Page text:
|Mode Dial||The Main Controls|
If you have never used a digital camera before, or you're upgrading from a more basic model, reading the comprehensive and fairly easy-to-follow manual before you start is a good idea. Unfortunately Canon have chosen to cut costs and only supply the full manual as a PDF on a CD, rather than in printed format (there's just a short printed guide to the camera's basic features). Not much use if you're taking pictures and need to find out what a particular option does.
The menu system on the Canon Powershot A710 IS is extremely straight-forward to use and is accessed by a dedicated button underneath the navigation pad. Quite a lot of the camera's main settings, such as white balance, exposure compensation and ISO speed, are accessed elsewhere, so the main menu system isn't actually that complicated. A row of 3 icons along the top of the LCD screen represents the various sub-menus, with most of them being the kind that you set once and then forget about. Due to the very large and bright LCD screen, the various options are easy to access and use, especially as only 6 are shown onscreen at one time.
The Canon Powershot A710 IS offers full photographic control over aperture and shutter speed, with Aperture-priority, Shutter-priority and full Manual available. There are also Program, full Auto and a range of different scene modes aimed at the user who just wants to point and shoot, making this camera suitable for a wide variety of people. It also offers some features that you won't find on other digital cameras. Press the Function button and select the My Colors option to reveal the Custom Color menu, which includes a number of pre-set looks, such as Positive Film and Vivid Green. These are a quick way of achieving a particular effect. More exciting are the Color Accent and Color Swap options, which are now available via the Scene Mode menu. Color Accent allows you to select one colour and render the rest of the image in black and white, whilst Color Swap lets you select a colour in the image and change it for another completely different one. As far as I know, Canon are the only manufacturer to offer what is quite an advanced feature directly in their cameras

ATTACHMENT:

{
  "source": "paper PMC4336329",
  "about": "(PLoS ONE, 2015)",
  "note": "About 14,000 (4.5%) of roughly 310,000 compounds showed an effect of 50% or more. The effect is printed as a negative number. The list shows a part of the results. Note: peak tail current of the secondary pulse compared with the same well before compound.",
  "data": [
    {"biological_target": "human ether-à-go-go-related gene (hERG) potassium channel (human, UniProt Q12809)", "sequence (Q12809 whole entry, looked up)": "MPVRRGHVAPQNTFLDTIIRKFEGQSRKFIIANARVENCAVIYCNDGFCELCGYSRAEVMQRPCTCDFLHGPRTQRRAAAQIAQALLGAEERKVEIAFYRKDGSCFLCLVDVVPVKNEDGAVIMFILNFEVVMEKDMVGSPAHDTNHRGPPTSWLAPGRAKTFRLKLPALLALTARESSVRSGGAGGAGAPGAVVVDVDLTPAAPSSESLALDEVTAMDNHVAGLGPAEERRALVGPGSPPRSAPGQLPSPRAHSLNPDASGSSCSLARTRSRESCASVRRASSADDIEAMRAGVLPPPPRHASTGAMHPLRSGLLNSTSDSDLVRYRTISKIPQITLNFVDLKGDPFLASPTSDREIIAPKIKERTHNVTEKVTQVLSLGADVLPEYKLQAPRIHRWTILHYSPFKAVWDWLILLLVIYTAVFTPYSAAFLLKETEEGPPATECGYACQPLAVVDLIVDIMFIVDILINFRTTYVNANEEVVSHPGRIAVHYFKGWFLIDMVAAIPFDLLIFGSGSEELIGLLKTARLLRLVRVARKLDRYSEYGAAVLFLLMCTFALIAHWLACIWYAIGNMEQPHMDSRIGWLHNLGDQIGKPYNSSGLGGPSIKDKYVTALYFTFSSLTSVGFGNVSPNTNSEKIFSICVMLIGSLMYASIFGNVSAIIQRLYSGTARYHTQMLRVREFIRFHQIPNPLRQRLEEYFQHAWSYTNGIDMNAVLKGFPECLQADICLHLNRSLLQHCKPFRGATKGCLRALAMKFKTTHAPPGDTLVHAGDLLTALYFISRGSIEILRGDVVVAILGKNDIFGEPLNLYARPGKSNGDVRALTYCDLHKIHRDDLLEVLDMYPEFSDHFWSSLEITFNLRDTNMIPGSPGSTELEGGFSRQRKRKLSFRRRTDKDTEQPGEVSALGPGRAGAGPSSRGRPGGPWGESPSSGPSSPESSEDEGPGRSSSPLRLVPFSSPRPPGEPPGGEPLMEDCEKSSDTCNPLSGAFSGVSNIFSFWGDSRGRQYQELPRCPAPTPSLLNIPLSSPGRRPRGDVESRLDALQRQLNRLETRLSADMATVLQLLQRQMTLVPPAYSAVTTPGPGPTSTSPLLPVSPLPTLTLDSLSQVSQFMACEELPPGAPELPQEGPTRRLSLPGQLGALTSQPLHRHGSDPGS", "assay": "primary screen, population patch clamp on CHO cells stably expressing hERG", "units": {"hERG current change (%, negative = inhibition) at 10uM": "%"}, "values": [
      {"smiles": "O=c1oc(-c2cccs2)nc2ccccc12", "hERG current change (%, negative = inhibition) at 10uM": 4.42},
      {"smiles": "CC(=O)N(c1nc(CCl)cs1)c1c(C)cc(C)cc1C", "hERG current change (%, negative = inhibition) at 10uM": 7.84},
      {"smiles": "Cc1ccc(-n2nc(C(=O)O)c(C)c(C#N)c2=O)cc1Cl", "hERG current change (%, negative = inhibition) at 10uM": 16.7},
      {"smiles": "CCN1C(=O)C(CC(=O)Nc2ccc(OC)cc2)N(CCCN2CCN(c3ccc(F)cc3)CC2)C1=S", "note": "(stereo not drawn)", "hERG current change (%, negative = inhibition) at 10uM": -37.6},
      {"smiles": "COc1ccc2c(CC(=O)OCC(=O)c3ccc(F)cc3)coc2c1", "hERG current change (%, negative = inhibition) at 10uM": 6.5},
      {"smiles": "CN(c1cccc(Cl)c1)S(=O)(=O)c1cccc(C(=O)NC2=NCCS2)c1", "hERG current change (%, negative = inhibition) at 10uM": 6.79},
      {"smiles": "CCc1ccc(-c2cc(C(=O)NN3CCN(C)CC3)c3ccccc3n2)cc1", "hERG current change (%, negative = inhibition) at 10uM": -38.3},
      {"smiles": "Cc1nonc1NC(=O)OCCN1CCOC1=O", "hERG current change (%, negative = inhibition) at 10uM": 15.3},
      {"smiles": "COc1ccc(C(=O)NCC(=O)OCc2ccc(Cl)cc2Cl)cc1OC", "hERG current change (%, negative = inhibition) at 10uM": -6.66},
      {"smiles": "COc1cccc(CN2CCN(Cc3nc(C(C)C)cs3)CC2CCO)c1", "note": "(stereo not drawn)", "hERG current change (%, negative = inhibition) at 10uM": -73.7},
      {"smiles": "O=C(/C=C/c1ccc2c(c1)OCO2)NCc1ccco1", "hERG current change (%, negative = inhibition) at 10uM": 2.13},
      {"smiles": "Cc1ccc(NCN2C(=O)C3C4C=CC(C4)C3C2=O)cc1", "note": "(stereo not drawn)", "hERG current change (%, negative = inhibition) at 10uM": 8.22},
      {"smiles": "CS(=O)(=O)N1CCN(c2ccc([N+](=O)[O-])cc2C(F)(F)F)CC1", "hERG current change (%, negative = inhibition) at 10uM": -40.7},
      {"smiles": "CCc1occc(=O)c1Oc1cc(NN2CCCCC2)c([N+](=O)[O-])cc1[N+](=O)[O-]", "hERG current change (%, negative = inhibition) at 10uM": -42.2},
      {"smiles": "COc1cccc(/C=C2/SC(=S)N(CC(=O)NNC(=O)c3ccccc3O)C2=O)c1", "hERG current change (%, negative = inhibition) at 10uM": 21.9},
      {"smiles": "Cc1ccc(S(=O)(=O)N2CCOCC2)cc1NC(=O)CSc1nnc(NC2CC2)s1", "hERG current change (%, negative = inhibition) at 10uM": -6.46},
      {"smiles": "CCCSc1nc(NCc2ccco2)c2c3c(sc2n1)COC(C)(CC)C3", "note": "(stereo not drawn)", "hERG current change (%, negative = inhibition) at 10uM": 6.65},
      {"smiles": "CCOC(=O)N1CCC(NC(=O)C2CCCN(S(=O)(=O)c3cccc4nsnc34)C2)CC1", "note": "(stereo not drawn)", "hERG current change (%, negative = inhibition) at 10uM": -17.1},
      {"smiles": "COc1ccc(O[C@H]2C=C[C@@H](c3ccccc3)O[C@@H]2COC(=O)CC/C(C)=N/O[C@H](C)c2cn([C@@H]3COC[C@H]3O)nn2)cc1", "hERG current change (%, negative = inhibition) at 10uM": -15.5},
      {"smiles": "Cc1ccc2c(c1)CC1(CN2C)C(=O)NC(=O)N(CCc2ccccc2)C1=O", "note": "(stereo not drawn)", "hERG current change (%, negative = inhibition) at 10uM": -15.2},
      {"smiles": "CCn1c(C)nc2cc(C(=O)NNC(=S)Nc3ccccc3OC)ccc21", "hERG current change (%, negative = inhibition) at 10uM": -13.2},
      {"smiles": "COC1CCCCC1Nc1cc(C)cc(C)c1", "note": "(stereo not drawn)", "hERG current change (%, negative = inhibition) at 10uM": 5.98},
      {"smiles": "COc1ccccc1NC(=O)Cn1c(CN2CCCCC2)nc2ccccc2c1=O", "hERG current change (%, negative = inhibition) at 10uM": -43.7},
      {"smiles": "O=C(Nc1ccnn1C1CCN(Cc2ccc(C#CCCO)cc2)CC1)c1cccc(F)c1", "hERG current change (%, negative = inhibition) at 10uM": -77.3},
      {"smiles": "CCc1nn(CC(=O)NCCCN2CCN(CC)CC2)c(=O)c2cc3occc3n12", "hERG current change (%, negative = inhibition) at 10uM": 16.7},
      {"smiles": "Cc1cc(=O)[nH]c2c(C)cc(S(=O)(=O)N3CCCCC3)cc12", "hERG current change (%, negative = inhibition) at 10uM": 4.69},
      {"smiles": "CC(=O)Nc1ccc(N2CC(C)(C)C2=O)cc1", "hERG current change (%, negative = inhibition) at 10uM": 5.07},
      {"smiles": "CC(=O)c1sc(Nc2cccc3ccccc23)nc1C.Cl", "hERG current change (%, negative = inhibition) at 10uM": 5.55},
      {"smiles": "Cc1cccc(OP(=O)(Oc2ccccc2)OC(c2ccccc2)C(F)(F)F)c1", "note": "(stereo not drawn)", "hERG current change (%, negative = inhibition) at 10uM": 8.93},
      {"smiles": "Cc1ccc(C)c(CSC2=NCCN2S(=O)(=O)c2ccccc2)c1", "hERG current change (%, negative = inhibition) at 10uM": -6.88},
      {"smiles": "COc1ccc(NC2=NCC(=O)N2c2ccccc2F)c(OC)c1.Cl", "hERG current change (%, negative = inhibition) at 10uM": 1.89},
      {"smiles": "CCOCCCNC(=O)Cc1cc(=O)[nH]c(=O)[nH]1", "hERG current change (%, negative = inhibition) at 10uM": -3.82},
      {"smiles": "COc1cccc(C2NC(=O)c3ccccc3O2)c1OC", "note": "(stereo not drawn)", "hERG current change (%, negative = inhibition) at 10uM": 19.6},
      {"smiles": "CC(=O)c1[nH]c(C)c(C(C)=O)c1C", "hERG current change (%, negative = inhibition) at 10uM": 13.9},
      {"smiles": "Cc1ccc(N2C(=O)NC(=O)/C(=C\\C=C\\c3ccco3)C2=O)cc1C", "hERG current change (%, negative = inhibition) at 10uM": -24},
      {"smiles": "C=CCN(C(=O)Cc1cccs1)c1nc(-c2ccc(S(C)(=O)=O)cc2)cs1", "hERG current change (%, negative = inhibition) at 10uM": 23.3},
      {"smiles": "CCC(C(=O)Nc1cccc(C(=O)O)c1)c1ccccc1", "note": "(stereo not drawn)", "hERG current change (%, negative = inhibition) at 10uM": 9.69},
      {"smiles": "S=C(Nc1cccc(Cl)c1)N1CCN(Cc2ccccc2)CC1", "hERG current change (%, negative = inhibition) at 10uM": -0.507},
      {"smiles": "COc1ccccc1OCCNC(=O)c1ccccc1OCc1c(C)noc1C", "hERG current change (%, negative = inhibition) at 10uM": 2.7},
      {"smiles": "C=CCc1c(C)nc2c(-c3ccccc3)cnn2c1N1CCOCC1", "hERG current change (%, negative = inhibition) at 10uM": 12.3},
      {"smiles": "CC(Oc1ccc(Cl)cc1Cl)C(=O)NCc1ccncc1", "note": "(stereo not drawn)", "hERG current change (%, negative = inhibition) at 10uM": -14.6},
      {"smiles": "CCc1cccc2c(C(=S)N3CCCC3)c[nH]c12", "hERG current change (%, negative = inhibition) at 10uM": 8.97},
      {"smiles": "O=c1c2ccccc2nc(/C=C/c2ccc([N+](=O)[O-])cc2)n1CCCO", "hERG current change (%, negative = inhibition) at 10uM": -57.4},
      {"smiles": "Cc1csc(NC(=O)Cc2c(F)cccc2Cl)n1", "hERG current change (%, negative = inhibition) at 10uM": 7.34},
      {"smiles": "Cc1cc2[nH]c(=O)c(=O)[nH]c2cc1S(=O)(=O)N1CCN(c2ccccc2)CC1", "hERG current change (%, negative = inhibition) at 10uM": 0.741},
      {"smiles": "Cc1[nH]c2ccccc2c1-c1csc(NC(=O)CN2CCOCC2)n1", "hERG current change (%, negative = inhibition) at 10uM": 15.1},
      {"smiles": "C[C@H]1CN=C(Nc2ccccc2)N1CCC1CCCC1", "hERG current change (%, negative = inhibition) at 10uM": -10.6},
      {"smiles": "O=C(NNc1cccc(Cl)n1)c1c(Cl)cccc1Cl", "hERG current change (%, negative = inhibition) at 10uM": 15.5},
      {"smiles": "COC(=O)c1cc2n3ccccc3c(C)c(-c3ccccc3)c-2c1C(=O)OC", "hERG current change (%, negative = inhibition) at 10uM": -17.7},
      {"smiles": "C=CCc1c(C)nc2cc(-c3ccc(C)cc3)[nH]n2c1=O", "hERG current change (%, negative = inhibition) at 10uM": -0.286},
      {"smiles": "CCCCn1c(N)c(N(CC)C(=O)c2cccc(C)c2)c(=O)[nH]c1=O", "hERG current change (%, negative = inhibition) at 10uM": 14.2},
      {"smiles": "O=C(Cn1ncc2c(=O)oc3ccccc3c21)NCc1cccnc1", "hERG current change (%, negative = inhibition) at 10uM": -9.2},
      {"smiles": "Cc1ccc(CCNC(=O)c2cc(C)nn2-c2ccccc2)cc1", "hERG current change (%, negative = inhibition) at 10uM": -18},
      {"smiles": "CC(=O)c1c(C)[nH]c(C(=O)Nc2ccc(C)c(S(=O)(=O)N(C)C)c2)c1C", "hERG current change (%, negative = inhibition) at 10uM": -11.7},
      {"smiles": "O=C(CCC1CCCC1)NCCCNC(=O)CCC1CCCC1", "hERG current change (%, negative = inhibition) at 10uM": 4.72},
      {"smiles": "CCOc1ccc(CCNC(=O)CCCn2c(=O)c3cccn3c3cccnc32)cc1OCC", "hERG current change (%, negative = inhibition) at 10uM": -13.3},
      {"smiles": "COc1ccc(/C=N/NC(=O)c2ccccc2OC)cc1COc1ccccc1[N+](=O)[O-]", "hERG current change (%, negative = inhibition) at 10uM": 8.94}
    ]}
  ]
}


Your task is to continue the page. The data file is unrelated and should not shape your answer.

There is a great feature on the Canon Powershot A710 IS that aims to make life easier for you. This camera has an anti-shake system, dubbed IS Mode - turn it on and the A710 IS automatically compensates for camera shake, which is a slight blurring of the image that typically occurs at slow shutter speeds. There are three different modes. Continuous is on all the time including image composition, Shooting is only on when you press the shutter button, and Panning as the name suggests is best when using the camera to track a moving subject. In practice I found that it does make a noticeable difference, as shown in the examples on the Image Quality page. You don't notice that the camera is actually doing anything different when anti-shake is turned on, just that you can use slower shutter speeds than normal and still take sharp photos. Leaving the anti-shake system on all the time does seem to affect the battery-life, however, with the camera only managing just over 100 shots before the 2000 mAh AA batteries needed to be recharged.